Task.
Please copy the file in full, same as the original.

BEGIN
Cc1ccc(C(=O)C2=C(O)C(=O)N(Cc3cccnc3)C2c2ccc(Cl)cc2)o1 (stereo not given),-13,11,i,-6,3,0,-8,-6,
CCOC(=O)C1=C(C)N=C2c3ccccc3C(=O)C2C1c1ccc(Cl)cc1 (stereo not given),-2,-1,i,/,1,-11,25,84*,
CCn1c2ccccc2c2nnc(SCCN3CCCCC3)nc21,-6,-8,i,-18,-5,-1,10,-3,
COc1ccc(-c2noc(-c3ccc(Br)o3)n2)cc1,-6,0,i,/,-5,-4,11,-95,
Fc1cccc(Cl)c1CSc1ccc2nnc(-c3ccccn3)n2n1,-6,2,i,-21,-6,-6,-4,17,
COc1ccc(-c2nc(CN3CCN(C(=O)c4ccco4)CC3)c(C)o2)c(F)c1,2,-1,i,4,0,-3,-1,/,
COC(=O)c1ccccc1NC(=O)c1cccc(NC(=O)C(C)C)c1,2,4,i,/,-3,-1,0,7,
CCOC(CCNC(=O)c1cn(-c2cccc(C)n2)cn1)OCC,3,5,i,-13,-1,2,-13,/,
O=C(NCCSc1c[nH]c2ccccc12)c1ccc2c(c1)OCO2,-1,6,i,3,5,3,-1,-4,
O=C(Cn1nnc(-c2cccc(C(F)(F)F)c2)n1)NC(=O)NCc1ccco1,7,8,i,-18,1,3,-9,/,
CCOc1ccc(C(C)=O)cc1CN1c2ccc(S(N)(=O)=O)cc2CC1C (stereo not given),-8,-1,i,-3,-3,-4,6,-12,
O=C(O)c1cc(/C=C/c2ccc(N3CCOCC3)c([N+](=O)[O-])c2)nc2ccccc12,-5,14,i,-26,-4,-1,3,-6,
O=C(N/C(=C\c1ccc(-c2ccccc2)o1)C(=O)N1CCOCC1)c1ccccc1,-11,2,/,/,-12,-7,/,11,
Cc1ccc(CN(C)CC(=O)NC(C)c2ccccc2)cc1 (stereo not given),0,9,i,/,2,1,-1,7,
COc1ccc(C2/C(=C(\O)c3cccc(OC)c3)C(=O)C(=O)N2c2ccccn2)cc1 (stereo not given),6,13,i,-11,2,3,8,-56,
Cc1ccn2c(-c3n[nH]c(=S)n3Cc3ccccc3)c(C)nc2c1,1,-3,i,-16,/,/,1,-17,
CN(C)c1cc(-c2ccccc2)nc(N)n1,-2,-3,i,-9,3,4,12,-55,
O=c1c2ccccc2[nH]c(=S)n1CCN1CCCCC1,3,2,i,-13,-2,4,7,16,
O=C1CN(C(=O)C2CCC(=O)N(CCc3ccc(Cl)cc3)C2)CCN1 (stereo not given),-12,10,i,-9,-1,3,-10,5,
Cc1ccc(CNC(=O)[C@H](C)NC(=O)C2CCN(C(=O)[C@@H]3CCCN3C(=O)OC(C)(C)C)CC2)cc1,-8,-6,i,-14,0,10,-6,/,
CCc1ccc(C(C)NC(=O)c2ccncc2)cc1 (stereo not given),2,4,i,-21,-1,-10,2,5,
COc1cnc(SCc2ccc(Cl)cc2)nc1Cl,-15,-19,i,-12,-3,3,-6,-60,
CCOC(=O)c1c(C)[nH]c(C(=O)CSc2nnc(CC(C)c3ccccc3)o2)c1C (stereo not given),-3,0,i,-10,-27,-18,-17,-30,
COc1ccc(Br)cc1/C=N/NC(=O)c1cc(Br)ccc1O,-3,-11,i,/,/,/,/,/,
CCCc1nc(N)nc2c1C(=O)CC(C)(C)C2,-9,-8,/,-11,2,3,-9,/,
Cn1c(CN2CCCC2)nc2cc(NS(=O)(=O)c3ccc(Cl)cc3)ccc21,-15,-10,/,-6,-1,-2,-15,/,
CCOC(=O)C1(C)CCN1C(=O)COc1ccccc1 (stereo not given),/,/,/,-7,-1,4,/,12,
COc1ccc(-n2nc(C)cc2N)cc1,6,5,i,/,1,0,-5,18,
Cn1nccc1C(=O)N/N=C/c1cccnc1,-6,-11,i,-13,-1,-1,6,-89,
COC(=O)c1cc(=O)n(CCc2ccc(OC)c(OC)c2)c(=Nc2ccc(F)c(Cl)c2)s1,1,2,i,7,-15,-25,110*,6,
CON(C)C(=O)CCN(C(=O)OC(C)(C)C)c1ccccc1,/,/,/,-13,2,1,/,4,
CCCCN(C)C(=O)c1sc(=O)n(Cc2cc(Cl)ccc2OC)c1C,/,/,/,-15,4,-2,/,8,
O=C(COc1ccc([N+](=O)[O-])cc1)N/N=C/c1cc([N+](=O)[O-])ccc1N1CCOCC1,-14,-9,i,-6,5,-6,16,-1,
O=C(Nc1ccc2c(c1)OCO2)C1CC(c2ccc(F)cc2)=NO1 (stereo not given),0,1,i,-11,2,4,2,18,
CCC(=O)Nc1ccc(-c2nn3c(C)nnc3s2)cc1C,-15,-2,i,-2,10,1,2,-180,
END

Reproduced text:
Cc1ccc(C(=O)C2=C(O)C(=O)N(Cc3cccnc3)C2c2ccc(Cl)cc2)o1 (stereo not given),-13,11,i,-6,3,0,-8,-6,
CCOC(=O)C1=C(C)N=C2c3ccccc3C(=O)C2C1c1ccc(Cl)cc1 (stereo not given),-2,-1,i,/,1,-11,25,84*,
CCn1c2ccccc2c2nnc(SCCN3CCCCC3)nc21,-6,-8,i,-18,-5,-1,10,-3,
COc1ccc(-c2noc(-c3ccc(Br)o3)n2)cc1,-6,0,i,/,-5,-4,11,-95,
Fc1cccc(Cl)c1CSc1ccc2nnc(-c3ccccn3)n2n1,-6,2,i,-21,-6,-6,-4,17,
COc1ccc(-c2nc(CN3CCN(C(=O)c4ccco4)CC3)c(C)o2)c(F)c1,2,-1,i,4,0,-3,-1,/,
COC(=O)c1ccccc1NC(=O)c1cccc(NC(=O)C(C)C)c1,2,4,i,/,-3,-1,0,7,
CCOC(CCNC(=O)c1cn(-c2cccc(C)n2)cn1)OCC,3,5,i,-13,-1,2,-13,/,
O=C(NCCSc1c[nH]c2ccccc12)c1ccc2c(c1)OCO2,-1,6,i,3,5,3,-1,-4,
O=C(Cn1nnc(-c2cccc(C(F)(F)F)c2)n1)NC(=O)NCc1ccco1,7,8,i,-18,1,3,-9,/,
CCOc1ccc(C(C)=O)cc1CN1c2ccc(S(N)(=O)=O)cc2CC1C (stereo not given),-8,-1,i,-3,-3,-4,6,-12,
O=C(O)c1cc(/C=C/c2ccc(N3CCOCC3)c([N+](=O)[O-])c2)nc2ccccc12,-5,14,i,-26,-4,-1,3,-6,
O=C(N/C(=C\c1ccc(-c2ccccc2)o1)C(=O)N1CCOCC1)c1ccccc1,-11,2,/,/,-12,-7,/,11,
Cc1ccc(CN(C)CC(=O)NC(C)c2ccccc2)cc1 (stereo not given),0,9,i,/,2,1,-1,7,
COc1ccc(C2/C(=C(\O)c3cccc(OC)c3)C(=O)C(=O)N2c2ccccn2)cc1 (stereo not given),6,13,i,-11,2,3,8,-56,
Cc1ccn2c(-c3n[nH]c(=S)n3Cc3ccccc3)c(C)nc2c1,1,-3,i,-16,/,/,1,-17,
CN(C)c1cc(-c2ccccc2)nc(N)n1,-2,-3,i,-9,3,4,12,-55,
O=c1c2ccccc2[nH]c(=S)n1CCN1CCCCC1,3,2,i,-13,-2,4,7,16,
O=C1CN(C(=O)C2CCC(=O)N(CCc3ccc(Cl)cc3)C2)CCN1 (stereo not given),-12,10,i,-9,-1,3,-10,5,
Cc1ccc(CNC(=O)[C@H](C)NC(=O)C2CCN(C(=O)[C@@H]3CCCN3C(=O)OC(C)(C)C)CC2)cc1,-8,-6,i,-14,0,10,-6,/,
CCc1ccc(C(C)NC(=O)c2ccncc2)cc1 (stereo not given),2,4,i,-21,-1,-10,2,5,
COc1cnc(SCc2ccc(Cl)cc2)nc1Cl,-15,-19,i,-12,-3,3,-6,-60,
CCOC(=O)c1c(C)[nH]c(C(=O)CSc2nnc(CC(C)c3ccccc3)o2)c1C (stereo not given),-3,0,i,-10,-27,-18,-17,-30,
COc1ccc(Br)cc1/C=N/NC(=O)c1cc(Br)ccc1O,-3,-11,i,/,/,/,/,/,
CCCc1nc(N)nc2c1C(=O)CC(C)(C)C2,-9,-8,/,-11,2,3,-9,/,
Cn1c(CN2CCCC2)nc2cc(NS(=O)(=O)c3ccc(Cl)cc3)ccc21,-15,-10,/,-6,-1,-2,-15,/,
CCOC(=O)C1(C)CCN1C(=O)COc1ccccc1 (stereo not given),/,/,/,-7,-1,4,/,12,
COc1ccc(-n2nc(C)cc2N)cc1,6,5,i,/,1,0,-5,18,
Cn1nccc1C(=O)N/N=C/c1cccnc1,-6,-11,i,-13,-1,-1,6,-89,
COC(=O)c1cc(=O)n(CCc2ccc(OC)c(OC)c2)c(=Nc2ccc(F)c(Cl)c2)s1,1,2,i,7,-15,-25,110*,6,
CON(C)C(=O)CCN(C(=O)OC(C)(C)C)c1ccccc1,/,/,/,-13,2,1,/,4,
CCCCN(C)C(=O)c1sc(=O)n(Cc2cc(Cl)ccc2OC)c1C,/,/,/,-15,4,-2,/,8,
O=C(COc1ccc([N+](=O)[O-])cc1)N/N=C/c1cc([N+](=O)[O-])ccc1N1CCOCC1,-14,-9,i,-6,5,-6,16,-1,
O=C(Nc1ccc2c(c1)OCO2)C1CC(c2ccc(F)cc2)=NO1 (stereo not given),0,1,i,-11,2,4,2,18,
CCC(=O)Nc1ccc(-c2nn3c(C)nnc3s2)cc1C,-15,-2,i,-2,10,1,2,-180,